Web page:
Assuming Petitioner is challenging his 1997 conviction, the Magistrate Judge also found the present Petition would be untimely. The Court agrees with that conclusion, but with the following modifications to the analysis.
The Magistrate Judge found Petitioner's 1997 conviction became final on March 16, 1999, ninety days after the California Supreme Court denied Petitioner's co-defendant's petition for review. However, as the Magistrate Judge pointed out, the petition for review was filed on behalf of Petitioner's co-defendant. Petitioner did not file a petition for review of the court of appeal decision. Therefore, the court of appeal decision became final as to Petitioner on October 9, 1998. See Cal. Rule of Court 8.264(b)(1). Petitioner had ten days from that date, or until October 20, 1998, in which to file a petition for review, see Cal. Rule of Court 8.500(e)(1), which he did not do. Thus, his conviction became final on that date, October 20, 1998, and he had until October 20, 1999, within which to file his federal habeas petition.
Petitioner did not file his federal petition by that date. However, on September 21, 1999, he did file a habeas petition in the San Diego Superior Court. ( See Lodgment 22.) By that date, 336 days had expired from his one-year statute of limitations. While that petition was pending, Petitioner's statute of limitation was tolled. See 28 U.S.C. §2244(d)(2). The statute of limitations continued to be tolled while Petitioner filed four additional petitions in Superior Court and one petition in the California Court of Appeal. See King v. Roe, 340 F.3d 821, 823 (9th Cir. 2003) ( per curiam ) (stating successive or subsequent petitions warrant tolling of the statute of limitations if they are "limited to an elaboration of the facts relating to the claims in the first petition" and "denied on the merits[.]") The last of those petitions was filed in Superior Court on April 17, 2001, and denied on May 30, 2001. ( See Lodgments 32, 33.)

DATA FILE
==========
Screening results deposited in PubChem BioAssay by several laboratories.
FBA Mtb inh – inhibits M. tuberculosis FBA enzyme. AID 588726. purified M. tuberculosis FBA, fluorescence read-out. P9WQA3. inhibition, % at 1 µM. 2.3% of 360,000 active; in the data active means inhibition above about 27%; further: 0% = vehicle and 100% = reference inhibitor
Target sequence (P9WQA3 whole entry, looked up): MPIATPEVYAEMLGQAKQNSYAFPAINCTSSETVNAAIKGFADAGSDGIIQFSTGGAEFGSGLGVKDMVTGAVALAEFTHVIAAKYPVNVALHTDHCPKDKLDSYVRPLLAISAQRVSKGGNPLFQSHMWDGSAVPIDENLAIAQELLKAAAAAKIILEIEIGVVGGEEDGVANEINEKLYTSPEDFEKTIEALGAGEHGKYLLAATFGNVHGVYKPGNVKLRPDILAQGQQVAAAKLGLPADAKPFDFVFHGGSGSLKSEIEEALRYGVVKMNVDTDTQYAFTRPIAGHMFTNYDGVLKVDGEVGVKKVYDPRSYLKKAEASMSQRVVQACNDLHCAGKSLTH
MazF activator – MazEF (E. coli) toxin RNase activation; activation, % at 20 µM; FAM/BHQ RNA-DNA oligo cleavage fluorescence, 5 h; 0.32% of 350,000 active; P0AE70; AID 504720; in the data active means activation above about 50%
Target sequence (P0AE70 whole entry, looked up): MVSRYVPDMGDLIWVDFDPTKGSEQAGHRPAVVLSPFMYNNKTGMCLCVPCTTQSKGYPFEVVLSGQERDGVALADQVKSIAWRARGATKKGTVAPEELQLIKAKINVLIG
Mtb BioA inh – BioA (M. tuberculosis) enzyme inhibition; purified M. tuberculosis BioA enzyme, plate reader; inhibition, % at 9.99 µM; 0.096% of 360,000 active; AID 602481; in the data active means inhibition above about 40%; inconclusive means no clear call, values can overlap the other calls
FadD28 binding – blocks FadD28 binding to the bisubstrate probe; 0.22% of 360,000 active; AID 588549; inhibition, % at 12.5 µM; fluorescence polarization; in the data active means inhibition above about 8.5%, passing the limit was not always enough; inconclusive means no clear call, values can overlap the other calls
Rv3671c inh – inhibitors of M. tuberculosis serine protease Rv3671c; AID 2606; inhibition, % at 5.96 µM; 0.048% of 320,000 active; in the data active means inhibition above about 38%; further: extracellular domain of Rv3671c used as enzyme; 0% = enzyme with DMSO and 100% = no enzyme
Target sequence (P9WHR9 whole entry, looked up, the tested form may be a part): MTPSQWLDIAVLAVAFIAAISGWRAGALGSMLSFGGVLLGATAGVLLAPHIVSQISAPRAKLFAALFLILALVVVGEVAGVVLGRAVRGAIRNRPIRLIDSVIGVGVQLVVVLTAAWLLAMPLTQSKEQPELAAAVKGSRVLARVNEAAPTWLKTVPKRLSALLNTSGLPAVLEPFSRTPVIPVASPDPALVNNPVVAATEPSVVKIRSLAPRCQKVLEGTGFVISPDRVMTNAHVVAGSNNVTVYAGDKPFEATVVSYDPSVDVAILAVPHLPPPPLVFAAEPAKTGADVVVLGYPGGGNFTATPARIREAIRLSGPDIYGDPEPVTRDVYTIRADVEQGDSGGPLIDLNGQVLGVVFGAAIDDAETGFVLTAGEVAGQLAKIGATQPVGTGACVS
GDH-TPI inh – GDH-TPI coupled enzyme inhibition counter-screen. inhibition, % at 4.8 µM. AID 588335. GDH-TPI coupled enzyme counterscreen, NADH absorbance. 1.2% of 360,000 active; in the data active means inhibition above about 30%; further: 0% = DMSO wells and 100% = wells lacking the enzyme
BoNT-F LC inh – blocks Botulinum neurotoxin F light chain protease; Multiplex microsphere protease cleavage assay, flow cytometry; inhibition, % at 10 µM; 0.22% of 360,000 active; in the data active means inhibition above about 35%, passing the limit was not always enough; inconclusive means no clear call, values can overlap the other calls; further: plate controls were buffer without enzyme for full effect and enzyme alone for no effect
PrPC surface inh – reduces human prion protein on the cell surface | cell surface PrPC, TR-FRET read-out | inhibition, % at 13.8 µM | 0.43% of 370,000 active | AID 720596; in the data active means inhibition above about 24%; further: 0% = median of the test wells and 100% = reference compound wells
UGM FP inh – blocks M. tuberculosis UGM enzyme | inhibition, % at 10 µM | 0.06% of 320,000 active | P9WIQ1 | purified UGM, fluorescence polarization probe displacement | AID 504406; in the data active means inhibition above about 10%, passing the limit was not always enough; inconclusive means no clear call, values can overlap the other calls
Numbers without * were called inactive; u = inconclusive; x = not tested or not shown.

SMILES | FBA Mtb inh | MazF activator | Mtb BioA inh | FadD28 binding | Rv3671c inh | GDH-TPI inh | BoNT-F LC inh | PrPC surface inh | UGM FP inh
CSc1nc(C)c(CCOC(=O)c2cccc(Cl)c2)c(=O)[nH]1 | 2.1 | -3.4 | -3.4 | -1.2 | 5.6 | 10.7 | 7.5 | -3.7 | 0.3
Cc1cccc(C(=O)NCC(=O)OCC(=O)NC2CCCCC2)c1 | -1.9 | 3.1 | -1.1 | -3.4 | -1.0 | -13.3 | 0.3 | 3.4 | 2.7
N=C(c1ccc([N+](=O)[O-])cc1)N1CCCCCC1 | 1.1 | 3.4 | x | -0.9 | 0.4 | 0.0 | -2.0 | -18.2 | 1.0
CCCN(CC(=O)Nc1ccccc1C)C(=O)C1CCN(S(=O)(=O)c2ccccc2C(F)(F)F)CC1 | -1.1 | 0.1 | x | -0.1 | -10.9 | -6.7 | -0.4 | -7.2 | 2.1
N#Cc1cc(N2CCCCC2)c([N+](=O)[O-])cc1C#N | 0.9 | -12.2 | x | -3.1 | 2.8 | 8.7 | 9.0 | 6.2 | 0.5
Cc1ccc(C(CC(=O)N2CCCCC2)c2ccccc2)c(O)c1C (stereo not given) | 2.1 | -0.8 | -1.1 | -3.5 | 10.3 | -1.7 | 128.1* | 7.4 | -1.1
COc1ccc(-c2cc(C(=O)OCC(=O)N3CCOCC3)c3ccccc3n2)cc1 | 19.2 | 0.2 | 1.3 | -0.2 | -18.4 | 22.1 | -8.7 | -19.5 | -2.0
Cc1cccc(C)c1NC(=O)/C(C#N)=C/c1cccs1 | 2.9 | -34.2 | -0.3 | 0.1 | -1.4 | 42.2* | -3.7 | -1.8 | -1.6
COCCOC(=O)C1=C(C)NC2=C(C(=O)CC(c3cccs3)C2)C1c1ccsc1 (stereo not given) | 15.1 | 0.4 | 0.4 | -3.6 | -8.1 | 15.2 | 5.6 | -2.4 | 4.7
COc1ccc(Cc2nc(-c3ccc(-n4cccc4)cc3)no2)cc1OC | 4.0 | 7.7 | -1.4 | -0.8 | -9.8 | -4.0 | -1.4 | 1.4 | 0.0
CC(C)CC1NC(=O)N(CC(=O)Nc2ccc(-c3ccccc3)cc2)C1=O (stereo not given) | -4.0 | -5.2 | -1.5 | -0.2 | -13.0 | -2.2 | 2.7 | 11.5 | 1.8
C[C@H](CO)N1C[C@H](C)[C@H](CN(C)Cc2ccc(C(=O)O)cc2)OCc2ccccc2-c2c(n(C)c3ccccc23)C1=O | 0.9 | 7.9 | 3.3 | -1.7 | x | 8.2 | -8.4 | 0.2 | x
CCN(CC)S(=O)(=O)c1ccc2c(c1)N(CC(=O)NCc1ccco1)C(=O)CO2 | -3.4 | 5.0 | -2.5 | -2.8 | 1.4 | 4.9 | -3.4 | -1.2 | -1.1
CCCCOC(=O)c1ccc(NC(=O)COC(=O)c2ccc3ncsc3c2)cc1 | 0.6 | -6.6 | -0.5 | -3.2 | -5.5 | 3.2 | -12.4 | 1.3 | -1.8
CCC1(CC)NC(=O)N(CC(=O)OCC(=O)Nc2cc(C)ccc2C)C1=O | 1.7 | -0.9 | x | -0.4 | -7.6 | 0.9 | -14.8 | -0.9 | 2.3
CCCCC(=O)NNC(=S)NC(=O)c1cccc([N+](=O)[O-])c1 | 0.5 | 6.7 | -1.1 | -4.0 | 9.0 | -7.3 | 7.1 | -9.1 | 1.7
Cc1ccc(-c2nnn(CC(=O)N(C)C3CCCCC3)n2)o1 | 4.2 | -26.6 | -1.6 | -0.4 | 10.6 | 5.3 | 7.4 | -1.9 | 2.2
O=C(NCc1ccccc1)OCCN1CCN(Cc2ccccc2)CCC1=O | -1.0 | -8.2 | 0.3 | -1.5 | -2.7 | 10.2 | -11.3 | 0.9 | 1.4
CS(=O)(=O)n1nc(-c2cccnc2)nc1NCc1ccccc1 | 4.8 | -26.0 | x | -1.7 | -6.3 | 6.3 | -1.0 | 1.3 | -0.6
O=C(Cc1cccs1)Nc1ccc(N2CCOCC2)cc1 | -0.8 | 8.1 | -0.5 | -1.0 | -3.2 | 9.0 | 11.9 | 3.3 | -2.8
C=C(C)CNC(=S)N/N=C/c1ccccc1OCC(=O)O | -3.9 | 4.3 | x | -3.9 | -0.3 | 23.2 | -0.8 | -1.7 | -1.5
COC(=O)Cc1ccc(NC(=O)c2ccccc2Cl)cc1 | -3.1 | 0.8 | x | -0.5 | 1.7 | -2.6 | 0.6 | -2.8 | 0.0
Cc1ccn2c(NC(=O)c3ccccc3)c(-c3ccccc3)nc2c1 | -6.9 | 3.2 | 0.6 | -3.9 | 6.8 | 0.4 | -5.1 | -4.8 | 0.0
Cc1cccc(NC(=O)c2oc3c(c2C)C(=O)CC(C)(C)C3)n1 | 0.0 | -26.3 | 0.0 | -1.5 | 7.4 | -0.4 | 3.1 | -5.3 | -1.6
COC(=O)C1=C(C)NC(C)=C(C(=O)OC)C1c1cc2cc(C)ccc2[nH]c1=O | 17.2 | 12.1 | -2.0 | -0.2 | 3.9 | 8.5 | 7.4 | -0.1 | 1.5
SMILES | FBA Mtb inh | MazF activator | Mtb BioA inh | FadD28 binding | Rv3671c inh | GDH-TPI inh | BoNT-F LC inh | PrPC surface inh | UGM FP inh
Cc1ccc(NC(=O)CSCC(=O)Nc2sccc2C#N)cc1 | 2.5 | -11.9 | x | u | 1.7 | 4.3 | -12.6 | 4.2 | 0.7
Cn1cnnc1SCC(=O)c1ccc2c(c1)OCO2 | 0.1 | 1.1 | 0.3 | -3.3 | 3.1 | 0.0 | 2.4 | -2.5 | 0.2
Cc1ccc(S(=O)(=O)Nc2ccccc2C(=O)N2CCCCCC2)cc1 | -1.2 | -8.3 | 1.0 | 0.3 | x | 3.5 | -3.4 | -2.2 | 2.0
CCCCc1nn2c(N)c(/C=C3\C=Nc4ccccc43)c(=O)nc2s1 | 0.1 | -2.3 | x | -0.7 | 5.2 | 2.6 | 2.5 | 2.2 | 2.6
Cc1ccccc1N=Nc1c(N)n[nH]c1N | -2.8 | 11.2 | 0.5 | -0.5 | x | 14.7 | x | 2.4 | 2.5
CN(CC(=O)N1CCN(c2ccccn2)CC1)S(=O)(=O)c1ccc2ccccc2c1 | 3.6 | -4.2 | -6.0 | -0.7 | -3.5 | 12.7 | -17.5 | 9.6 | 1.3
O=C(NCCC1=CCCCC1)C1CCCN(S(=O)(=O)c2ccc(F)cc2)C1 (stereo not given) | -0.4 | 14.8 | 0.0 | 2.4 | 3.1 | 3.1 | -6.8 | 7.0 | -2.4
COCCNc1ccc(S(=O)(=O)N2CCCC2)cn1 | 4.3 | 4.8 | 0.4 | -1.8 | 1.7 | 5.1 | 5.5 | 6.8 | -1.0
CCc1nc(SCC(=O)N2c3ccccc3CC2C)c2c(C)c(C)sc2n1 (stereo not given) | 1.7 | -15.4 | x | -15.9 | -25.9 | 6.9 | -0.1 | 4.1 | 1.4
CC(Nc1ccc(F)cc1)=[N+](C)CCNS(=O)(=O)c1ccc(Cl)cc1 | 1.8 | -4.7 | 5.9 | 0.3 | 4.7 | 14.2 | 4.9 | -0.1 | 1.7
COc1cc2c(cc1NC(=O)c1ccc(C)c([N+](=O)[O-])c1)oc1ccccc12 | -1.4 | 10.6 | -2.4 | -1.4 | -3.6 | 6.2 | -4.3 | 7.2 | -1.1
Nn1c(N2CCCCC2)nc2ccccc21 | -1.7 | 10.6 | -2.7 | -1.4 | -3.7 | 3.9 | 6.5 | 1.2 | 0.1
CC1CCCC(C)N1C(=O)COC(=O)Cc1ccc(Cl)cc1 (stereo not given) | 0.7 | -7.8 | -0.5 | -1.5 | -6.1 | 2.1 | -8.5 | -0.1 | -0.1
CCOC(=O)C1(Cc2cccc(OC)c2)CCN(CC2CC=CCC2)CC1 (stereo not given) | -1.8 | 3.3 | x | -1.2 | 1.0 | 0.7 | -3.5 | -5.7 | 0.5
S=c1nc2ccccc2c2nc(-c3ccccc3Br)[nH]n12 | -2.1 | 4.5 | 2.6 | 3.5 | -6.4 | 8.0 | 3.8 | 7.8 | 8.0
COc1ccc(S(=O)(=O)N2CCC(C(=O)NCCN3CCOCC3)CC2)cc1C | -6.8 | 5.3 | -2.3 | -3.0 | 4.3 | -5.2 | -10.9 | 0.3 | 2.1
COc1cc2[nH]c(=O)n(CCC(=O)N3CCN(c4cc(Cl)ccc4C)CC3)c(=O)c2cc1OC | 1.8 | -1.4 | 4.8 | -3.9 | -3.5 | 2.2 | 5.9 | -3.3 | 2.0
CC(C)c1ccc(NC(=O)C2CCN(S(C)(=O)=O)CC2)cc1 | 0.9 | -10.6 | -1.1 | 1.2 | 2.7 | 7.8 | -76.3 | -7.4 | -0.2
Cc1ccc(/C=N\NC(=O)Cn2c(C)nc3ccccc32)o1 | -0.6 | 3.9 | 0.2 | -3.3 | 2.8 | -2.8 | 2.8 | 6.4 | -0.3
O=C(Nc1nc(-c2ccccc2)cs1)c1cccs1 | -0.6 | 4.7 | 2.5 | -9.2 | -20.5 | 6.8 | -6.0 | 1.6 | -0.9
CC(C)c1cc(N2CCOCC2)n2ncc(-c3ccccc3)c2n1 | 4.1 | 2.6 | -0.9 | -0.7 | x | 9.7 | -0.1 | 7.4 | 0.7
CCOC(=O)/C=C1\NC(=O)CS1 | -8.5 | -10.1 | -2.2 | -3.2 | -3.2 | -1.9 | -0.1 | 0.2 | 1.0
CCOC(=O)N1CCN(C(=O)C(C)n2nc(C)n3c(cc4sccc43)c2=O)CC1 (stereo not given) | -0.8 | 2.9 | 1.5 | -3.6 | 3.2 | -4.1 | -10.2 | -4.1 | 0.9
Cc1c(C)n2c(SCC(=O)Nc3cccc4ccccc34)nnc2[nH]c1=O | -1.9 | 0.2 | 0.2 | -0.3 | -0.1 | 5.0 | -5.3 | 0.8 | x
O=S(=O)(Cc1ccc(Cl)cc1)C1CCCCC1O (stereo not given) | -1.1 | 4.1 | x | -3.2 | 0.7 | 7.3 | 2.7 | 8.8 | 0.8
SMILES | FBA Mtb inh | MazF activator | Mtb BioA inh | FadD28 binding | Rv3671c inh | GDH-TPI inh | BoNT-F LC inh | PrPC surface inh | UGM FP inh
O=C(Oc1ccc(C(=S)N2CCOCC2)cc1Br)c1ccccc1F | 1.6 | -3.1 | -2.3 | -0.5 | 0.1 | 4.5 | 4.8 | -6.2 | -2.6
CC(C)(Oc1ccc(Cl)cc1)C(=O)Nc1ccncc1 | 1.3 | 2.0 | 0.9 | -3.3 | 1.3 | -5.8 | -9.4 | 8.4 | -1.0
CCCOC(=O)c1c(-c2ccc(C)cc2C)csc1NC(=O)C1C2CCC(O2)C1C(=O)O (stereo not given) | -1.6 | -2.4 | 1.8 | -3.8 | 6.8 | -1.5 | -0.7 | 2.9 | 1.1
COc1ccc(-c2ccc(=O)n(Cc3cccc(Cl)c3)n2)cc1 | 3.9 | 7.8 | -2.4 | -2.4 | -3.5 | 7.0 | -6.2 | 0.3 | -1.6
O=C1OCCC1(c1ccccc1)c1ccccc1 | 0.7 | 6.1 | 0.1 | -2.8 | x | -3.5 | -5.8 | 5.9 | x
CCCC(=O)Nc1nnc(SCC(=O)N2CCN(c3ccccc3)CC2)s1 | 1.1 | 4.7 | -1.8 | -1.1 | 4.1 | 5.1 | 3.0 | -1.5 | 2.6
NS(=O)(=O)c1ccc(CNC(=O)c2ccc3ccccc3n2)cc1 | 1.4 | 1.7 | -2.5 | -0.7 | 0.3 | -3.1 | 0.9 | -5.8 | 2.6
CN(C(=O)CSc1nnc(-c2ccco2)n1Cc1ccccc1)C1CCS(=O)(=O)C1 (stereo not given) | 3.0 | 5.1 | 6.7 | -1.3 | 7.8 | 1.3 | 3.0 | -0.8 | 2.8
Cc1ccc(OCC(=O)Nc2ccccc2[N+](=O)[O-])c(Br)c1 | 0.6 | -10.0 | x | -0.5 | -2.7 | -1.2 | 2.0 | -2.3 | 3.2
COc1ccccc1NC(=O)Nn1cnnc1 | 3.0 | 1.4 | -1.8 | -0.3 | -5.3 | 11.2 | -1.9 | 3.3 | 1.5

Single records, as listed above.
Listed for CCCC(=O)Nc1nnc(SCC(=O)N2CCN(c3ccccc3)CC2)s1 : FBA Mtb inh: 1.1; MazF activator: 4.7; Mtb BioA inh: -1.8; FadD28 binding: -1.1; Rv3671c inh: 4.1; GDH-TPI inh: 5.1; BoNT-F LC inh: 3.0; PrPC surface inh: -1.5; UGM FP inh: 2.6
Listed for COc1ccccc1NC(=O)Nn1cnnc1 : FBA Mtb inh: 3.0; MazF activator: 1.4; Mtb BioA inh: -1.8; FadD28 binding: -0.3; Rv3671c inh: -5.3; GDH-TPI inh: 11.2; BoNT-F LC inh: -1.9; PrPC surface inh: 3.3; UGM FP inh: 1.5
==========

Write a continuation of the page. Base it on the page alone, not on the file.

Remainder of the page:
Petitioner thereafter filed two additional petitions in the Court of Appeal, ( see Lodgments 34, 35), which were denied as untimely. ( See Lodgments 36, 37.) Thus, Petitioner's statute of limitations restarted on May 30, 2001, when the Superior Court denied his last habeas petition. King, 340 F.3d at 823 (stating time gap between second or successive petitions is not tolled if second or successive petition is deemed untimely). As of that date, Petitioner had 29 days left to file his federal habeas petition. He did not do so. Nor did he file any additional petitions in state court that could have further tolled his statute of limitations. ( See Lodgments 34, 35) (filed on July 6, 2001, or 37 days after May 30, 2001).
With these modifications, the Court agrees with the Magistrate Judge's finding that, to the extent Petitioner is challenging his 1997 conviction, the present Petition is untimely.
CONCLUSION AND ORDER
For the reasons stated above, the Court ADOPTS the recommendation contained in the Magistrate Judge's R&R, GRANTS Respondent's motion to dismiss and DISMISSES this case with prejudice.
IT IS SO ORDERED.